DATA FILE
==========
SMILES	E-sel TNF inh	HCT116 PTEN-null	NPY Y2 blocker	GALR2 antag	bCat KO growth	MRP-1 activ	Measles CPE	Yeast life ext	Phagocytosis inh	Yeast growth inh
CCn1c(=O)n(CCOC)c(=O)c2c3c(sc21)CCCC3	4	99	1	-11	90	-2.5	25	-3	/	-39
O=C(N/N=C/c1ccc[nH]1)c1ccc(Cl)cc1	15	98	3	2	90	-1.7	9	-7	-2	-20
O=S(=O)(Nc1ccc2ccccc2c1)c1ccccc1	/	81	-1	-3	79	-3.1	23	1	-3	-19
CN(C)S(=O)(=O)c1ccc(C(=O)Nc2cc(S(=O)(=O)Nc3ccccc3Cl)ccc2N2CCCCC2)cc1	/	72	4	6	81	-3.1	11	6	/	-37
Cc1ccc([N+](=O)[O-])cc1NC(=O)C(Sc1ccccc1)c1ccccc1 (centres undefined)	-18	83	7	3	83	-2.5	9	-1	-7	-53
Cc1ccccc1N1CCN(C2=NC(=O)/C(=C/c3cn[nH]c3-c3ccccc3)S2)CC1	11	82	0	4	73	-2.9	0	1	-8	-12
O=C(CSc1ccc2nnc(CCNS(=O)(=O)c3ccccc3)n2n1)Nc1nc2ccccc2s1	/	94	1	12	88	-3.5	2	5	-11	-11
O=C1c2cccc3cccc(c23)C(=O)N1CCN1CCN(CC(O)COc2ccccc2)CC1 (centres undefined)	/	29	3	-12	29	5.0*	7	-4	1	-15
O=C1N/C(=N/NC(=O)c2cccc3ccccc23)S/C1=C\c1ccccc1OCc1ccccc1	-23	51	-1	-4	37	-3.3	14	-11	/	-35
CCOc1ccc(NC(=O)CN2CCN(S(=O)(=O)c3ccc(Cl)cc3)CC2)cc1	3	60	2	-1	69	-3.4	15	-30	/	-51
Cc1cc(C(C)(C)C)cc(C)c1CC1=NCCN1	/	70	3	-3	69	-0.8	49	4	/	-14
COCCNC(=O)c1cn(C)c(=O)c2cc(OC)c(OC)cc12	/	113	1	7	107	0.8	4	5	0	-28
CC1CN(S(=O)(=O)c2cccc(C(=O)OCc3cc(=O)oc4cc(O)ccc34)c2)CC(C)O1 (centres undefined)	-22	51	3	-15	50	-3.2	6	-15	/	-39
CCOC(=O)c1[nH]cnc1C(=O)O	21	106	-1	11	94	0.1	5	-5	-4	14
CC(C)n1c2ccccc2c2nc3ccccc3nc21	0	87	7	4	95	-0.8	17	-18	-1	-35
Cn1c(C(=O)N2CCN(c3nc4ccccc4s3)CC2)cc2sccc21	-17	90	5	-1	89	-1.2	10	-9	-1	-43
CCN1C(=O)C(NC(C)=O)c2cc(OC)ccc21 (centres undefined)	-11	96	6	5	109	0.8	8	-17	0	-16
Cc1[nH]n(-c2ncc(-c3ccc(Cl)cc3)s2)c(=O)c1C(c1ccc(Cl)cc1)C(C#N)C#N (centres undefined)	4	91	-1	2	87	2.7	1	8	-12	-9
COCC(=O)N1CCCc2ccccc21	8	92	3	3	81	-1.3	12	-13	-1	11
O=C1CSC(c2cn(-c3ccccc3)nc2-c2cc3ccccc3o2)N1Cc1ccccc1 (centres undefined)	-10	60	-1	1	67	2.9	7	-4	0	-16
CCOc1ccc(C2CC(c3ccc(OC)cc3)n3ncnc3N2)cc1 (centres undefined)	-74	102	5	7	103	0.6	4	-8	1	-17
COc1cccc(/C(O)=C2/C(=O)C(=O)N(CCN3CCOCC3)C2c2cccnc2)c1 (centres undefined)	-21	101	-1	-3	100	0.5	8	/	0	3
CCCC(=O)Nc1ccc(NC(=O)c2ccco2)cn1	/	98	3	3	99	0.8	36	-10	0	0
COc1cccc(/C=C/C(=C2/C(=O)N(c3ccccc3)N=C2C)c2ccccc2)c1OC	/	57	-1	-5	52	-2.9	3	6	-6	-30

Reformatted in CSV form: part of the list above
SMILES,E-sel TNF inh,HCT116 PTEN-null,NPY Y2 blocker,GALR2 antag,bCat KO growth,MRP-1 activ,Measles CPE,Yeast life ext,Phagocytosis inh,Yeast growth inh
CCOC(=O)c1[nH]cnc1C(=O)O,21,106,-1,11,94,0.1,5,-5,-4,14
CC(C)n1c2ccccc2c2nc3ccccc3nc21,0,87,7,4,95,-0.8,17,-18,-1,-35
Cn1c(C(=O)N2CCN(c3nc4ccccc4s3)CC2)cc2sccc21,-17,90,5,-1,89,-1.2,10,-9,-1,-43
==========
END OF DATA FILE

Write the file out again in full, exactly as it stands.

SMILES	E-sel TNF inh	HCT116 PTEN-null	NPY Y2 blocker	GALR2 antag	bCat KO growth	MRP-1 activ	Measles CPE	Yeast life ext	Phagocytosis inh	Yeast growth inh
CCn1c(=O)n(CCOC)c(=O)c2c3c(sc21)CCCC3	4	99	1	-11	90	-2.5	25	-3	/	-39
O=C(N/N=C/c1ccc[nH]1)c1ccc(Cl)cc1	15	98	3	2	90	-1.7	9	-7	-2	-20
O=S(=O)(Nc1ccc2ccccc2c1)c1ccccc1	/	81	-1	-3	79	-3.1	23	1	-3	-19
CN(C)S(=O)(=O)c1ccc(C(=O)Nc2cc(S(=O)(=O)Nc3ccccc3Cl)ccc2N2CCCCC2)cc1	/	72	4	6	81	-3.1	11	6	/	-37
Cc1ccc([N+](=O)[O-])cc1NC(=O)C(Sc1ccccc1)c1ccccc1 (centres undefined)	-18	83	7	3	83	-2.5	9	-1	-7	-53
Cc1ccccc1N1CCN(C2=NC(=O)/C(=C/c3cn[nH]c3-c3ccccc3)S2)CC1	11	82	0	4	73	-2.9	0	1	-8	-12
O=C(CSc1ccc2nnc(CCNS(=O)(=O)c3ccccc3)n2n1)Nc1nc2ccccc2s1	/	94	1	12	88	-3.5	2	5	-11	-11
O=C1c2cccc3cccc(c23)C(=O)N1CCN1CCN(CC(O)COc2ccccc2)CC1 (centres undefined)	/	29	3	-12	29	5.0*	7	-4	1	-15
O=C1N/C(=N/NC(=O)c2cccc3ccccc23)S/C1=C\c1ccccc1OCc1ccccc1	-23	51	-1	-4	37	-3.3	14	-11	/	-35
CCOc1ccc(NC(=O)CN2CCN(S(=O)(=O)c3ccc(Cl)cc3)CC2)cc1	3	60	2	-1	69	-3.4	15	-30	/	-51
Cc1cc(C(C)(C)C)cc(C)c1CC1=NCCN1	/	70	3	-3	69	-0.8	49	4	/	-14
COCCNC(=O)c1cn(C)c(=O)c2cc(OC)c(OC)cc12	/	113	1	7	107	0.8	4	5	0	-28
CC1CN(S(=O)(=O)c2cccc(C(=O)OCc3cc(=O)oc4cc(O)ccc34)c2)CC(C)O1 (centres undefined)	-22	51	3	-15	50	-3.2	6	-15	/	-39
CCOC(=O)c1[nH]cnc1C(=O)O	21	106	-1	11	94	0.1	5	-5	-4	14
CC(C)n1c2ccccc2c2nc3ccccc3nc21	0	87	7	4	95	-0.8	17	-18	-1	-35
Cn1c(C(=O)N2CCN(c3nc4ccccc4s3)CC2)cc2sccc21	-17	90	5	-1	89	-1.2	10	-9	-1	-43
CCN1C(=O)C(NC(C)=O)c2cc(OC)ccc21 (centres undefined)	-11	96	6	5	109	0.8	8	-17	0	-16
Cc1[nH]n(-c2ncc(-c3ccc(Cl)cc3)s2)c(=O)c1C(c1ccc(Cl)cc1)C(C#N)C#N (centres undefined)	4	91	-1	2	87	2.7	1	8	-12	-9
COCC(=O)N1CCCc2ccccc21	8	92	3	3	81	-1.3	12	-13	-1	11
O=C1CSC(c2cn(-c3ccccc3)nc2-c2cc3ccccc3o2)N1Cc1ccccc1 (centres undefined)	-10	60	-1	1	67	2.9	7	-4	0	-16
CCOc1ccc(C2CC(c3ccc(OC)cc3)n3ncnc3N2)cc1 (centres undefined)	-74	102	5	7	103	0.6	4	-8	1	-17
COc1cccc(/C(O)=C2/C(=O)C(=O)N(CCN3CCOCC3)C2c2cccnc2)c1 (centres undefined)	-21	101	-1	-3	100	0.5	8	/	0	3
CCCC(=O)Nc1ccc(NC(=O)c2ccco2)cn1	/	98	3	3	99	0.8	36	-10	0	0
COc1cccc(/C=C/C(=C2/C(=O)N(c3ccccc3)N=C2C)c2ccccc2)c1OC	/	57	-1	-5	52	-2.9	3	6	-6	-30

Reformatted in CSV form: part of the list above
SMILES,E-sel TNF inh,HCT116 PTEN-null,NPY Y2 blocker,GALR2 antag,bCat KO growth,MRP-1 activ,Measles CPE,Yeast life ext,Phagocytosis inh,Yeast growth inh
CCOC(=O)c1[nH]cnc1C(=O)O,21,106,-1,11,94,0.1,5,-5,-4,14
CC(C)n1c2ccccc2c2nc3ccccc3nc21,0,87,7,4,95,-0.8,17,-18,-1,-35
Cn1c(C(=O)N2CCN(c3nc4ccccc4s3)CC2)cc2sccc21,-17,90,5,-1,89,-1.2,10,-9,-1,-43